NESARC Applauds Improvements to ESA Implementation

12 August 2019

(WASHINGTON, DC) — The National Endangered Species Act Reform Coalition (NESARC) applauds the Administration’s release of the most significant improvements to regulations implementing the Endangered Species Act (ESA) in decades. These modifications will allow for a more effective administration of Sections 4 and 7 of the ESA and address some of the uncertainty and lack of predictability in current implementation of the law.

“The rules are pragmatic and long overdue,” said NESARC Chairman Ryan Yates. “They provide landowners and the regulated community certainty in how they undertake their day-to-day activities in a manner that protects and recovers imperiled species and the ecosystems upon which they depend.”

The regulations offer welcomed changes to implementation of Section 4, which focuses on listing species and designating critical habitat. In particular, designation of unoccupied critical habitat has increasingly become a significant issue for landowners. The final rule clarifies the evaluation of unoccupied areas for classification of critical habitat by first requiring consideration of occupied areas and then requiring that unoccupied areas contain one or more physical or biological features that are essential to the conservation of the species. “These revisions will provide increased certainty around when and how critical habitat is designated,” Yates said.

Improvements to the Section 7 consultation regulations address some of the fundamental problems that have been widely identified over the years. Simply, the consultation process has not worked for species, the federal government, or the regulated community for decades. Federal agencies are overloaded and have needed a better process to help manage the level and scope of required reviews. The final rule implements a number of needed revisions to streamline the process for project proponents and clarifies key definitions that have been difficult to implement.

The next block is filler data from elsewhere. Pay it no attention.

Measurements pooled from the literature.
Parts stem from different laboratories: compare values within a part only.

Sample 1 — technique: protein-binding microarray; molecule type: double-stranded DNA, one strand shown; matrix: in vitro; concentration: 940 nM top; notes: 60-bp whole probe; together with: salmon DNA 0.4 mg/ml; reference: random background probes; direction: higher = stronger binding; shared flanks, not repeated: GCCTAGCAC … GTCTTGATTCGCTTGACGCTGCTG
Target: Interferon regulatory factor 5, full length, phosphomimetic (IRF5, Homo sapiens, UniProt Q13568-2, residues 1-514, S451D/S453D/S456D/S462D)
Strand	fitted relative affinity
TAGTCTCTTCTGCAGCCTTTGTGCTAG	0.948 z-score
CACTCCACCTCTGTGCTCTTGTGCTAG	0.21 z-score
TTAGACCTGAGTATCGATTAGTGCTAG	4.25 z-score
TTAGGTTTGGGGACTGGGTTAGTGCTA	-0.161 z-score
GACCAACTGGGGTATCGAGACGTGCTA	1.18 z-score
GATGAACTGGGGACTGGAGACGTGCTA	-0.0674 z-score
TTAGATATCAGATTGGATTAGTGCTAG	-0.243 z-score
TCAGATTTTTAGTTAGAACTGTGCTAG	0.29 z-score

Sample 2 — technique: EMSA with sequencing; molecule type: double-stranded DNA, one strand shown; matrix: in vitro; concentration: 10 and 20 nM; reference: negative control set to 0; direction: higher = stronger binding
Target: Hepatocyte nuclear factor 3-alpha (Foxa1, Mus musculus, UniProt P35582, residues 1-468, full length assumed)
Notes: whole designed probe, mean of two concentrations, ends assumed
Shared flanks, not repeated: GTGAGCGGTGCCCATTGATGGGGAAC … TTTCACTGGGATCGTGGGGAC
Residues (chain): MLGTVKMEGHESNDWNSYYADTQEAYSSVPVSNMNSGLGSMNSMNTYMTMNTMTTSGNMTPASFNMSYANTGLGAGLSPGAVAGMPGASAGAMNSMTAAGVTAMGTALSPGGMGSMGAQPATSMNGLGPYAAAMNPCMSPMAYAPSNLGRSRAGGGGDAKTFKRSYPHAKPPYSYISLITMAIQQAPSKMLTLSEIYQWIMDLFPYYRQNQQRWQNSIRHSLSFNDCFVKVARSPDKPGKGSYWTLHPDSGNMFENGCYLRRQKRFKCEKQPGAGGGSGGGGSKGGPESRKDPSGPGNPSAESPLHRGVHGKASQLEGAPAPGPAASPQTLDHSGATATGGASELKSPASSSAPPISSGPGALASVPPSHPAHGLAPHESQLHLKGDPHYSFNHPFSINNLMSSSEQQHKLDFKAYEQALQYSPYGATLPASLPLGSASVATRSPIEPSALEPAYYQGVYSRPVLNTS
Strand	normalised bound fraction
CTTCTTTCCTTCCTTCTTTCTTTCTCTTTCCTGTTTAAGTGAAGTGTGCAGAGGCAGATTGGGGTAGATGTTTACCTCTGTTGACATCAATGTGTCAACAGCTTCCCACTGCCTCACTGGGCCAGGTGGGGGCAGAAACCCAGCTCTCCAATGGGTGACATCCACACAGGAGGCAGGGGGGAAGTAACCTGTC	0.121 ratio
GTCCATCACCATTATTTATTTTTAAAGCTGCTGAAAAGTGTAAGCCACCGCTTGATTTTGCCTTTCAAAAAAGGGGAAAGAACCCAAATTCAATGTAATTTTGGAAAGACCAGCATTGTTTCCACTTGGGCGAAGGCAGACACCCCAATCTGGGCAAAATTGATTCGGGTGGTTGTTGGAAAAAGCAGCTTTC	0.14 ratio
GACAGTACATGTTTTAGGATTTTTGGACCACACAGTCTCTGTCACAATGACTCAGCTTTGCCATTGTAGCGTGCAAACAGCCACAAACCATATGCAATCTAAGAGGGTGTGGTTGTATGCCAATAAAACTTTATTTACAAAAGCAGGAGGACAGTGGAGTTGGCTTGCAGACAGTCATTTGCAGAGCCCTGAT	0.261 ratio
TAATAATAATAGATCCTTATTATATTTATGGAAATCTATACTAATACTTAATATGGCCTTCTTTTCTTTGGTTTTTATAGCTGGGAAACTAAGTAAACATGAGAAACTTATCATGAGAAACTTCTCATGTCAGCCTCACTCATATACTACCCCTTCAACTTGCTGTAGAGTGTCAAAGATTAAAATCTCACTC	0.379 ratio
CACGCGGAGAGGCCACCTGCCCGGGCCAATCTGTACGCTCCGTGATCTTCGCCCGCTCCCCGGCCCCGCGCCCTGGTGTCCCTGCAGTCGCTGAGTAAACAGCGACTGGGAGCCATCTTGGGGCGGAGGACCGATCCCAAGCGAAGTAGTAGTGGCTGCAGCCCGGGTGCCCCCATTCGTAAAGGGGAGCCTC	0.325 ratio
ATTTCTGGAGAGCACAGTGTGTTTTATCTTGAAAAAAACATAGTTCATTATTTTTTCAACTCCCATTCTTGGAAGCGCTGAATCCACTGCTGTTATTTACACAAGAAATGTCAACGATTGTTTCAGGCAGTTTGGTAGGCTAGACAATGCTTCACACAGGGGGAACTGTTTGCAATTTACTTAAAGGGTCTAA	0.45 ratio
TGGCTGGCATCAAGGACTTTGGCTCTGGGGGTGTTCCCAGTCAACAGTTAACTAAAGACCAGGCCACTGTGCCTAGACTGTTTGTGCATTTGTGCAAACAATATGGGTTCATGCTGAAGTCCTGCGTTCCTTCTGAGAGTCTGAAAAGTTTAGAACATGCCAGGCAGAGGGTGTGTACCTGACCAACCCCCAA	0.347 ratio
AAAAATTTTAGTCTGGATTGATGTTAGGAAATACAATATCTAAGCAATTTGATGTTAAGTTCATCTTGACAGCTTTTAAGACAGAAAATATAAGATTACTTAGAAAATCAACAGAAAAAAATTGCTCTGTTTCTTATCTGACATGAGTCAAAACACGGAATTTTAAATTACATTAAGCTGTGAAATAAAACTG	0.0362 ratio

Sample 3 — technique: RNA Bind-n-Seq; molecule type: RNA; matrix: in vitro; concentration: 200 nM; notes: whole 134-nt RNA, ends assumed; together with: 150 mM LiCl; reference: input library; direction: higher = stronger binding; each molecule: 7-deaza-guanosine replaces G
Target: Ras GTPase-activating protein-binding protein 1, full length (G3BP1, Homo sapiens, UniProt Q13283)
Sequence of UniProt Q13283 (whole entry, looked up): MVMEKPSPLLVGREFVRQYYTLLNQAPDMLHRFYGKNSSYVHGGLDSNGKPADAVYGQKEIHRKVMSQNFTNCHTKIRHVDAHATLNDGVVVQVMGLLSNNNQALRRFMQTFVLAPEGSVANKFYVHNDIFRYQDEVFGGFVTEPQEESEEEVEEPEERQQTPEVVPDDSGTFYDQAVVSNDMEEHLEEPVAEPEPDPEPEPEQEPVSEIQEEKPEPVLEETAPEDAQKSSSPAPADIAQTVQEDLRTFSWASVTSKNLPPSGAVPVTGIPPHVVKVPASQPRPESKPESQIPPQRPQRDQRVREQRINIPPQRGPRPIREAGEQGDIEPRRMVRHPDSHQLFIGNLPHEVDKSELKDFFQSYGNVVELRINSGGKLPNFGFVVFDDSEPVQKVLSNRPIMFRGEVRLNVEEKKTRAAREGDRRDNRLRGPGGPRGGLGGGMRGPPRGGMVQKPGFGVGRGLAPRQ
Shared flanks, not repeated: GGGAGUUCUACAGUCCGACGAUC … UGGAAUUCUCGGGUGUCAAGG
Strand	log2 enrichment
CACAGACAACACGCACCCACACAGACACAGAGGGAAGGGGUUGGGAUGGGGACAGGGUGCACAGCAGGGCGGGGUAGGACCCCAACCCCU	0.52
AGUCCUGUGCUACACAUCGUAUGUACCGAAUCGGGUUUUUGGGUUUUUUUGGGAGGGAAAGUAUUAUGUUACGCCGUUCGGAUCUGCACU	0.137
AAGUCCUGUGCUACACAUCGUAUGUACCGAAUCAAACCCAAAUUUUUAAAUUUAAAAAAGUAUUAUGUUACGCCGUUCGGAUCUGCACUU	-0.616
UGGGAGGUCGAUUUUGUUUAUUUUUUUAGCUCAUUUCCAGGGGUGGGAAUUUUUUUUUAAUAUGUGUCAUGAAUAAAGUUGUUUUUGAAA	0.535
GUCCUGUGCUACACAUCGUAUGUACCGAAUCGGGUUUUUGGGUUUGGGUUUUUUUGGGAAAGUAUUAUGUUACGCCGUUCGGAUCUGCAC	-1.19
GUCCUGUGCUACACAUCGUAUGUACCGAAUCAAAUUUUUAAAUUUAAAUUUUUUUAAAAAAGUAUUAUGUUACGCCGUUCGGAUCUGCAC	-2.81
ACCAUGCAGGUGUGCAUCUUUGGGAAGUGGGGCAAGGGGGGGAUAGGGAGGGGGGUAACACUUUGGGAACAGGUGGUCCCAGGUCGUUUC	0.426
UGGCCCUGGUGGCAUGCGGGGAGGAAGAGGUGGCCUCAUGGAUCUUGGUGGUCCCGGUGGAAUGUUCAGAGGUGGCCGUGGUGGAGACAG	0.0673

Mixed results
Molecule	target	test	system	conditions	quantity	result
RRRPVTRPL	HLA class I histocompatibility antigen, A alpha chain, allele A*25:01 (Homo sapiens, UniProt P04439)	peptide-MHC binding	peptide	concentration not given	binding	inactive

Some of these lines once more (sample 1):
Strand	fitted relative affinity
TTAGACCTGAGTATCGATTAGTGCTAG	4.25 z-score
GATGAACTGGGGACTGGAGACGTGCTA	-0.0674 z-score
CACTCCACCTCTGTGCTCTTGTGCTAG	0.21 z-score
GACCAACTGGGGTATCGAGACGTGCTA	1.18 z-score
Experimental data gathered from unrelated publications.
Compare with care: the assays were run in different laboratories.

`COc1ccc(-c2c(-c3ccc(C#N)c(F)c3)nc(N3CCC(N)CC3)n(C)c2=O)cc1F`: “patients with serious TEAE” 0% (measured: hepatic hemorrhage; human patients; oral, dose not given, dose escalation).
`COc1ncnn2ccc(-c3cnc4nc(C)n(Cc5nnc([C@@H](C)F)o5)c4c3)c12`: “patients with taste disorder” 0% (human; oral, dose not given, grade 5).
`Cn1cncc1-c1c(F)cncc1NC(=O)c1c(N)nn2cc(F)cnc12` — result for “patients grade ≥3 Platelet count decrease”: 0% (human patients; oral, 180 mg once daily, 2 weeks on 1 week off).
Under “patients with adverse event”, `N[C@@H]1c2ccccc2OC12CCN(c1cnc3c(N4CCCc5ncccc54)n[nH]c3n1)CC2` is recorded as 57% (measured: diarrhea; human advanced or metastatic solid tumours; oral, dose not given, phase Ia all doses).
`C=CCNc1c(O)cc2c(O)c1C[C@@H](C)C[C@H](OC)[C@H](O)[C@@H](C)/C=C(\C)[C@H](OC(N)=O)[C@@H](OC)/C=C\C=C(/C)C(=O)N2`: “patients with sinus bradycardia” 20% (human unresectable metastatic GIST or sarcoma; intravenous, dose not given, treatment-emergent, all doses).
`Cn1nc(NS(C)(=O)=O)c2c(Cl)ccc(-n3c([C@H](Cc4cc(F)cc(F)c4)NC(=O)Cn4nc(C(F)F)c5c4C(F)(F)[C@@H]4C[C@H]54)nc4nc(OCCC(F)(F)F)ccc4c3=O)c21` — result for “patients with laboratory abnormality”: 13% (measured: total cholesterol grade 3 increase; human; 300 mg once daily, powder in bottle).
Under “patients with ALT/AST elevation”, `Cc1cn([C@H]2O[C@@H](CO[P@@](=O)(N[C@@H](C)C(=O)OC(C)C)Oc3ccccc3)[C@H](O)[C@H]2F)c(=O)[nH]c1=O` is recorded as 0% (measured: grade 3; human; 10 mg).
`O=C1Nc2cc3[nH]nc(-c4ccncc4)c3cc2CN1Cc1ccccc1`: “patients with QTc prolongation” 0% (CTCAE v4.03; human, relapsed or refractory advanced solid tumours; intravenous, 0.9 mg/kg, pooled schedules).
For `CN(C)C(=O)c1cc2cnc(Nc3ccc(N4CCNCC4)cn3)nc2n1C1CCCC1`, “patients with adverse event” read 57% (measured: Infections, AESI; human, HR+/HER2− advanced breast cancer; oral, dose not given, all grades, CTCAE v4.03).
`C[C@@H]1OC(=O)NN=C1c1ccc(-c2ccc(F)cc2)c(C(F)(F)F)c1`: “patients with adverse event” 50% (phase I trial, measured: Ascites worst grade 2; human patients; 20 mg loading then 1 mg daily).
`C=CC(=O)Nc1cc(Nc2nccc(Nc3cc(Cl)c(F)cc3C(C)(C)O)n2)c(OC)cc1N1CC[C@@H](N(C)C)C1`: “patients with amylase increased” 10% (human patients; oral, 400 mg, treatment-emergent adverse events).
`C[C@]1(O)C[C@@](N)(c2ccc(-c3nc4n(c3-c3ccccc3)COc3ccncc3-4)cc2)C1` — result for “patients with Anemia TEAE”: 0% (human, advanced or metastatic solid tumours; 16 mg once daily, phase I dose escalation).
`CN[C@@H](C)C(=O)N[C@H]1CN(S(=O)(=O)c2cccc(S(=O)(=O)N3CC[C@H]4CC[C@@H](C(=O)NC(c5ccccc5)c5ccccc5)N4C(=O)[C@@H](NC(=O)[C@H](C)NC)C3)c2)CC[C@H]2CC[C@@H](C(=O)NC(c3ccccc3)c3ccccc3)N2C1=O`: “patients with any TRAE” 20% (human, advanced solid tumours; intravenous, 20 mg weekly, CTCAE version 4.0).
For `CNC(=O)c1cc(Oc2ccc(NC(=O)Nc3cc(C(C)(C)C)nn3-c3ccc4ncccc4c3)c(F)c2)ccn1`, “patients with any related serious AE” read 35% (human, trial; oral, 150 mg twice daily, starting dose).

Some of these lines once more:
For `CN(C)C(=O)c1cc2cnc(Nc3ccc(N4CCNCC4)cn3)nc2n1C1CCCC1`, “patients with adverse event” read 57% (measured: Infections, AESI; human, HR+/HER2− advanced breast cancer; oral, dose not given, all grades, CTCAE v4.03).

“The current consultation process is inefficient and can result in unmanageable delays in project development,” noted NESARC Executive Director Jordan Smith. “For large or complicated projects, consultations can take several years to complete. These delays and associated uncertainty have significant monetary impacts for project proponents that can affect the viability of a project. The final rule removes obstacles that have prevented the completion of the consultation process in an efficient and timely manner.”

“Over the past 45 years, federal agencies and project proponents have become more sophisticated in approaches to conservation and the nuances of species conservation issues. The updates to these implementing regulations will provide greater clarity and efficiency, while maintaining critical core protections of the ESA” Smith said.

NESARC is the country’s oldest broad-based, national coalition dedicated solely to achieving improvements to the ESA and its implementation. The Coalition includes agricultural interests, cities and counties, conservationists, electric utilities, energy producers, farmers, forest product companies, home builders, oil and gas companies, ranchers, realtors, water and irrigation districts, and other businesses and individuals throughout the United States. NESARC and its members are committed to promoting effective and balanced legislative and administrative improvements to the ESA that support the protection of fish, wildlife, and plant populations as well as responsible land, water, and resource management.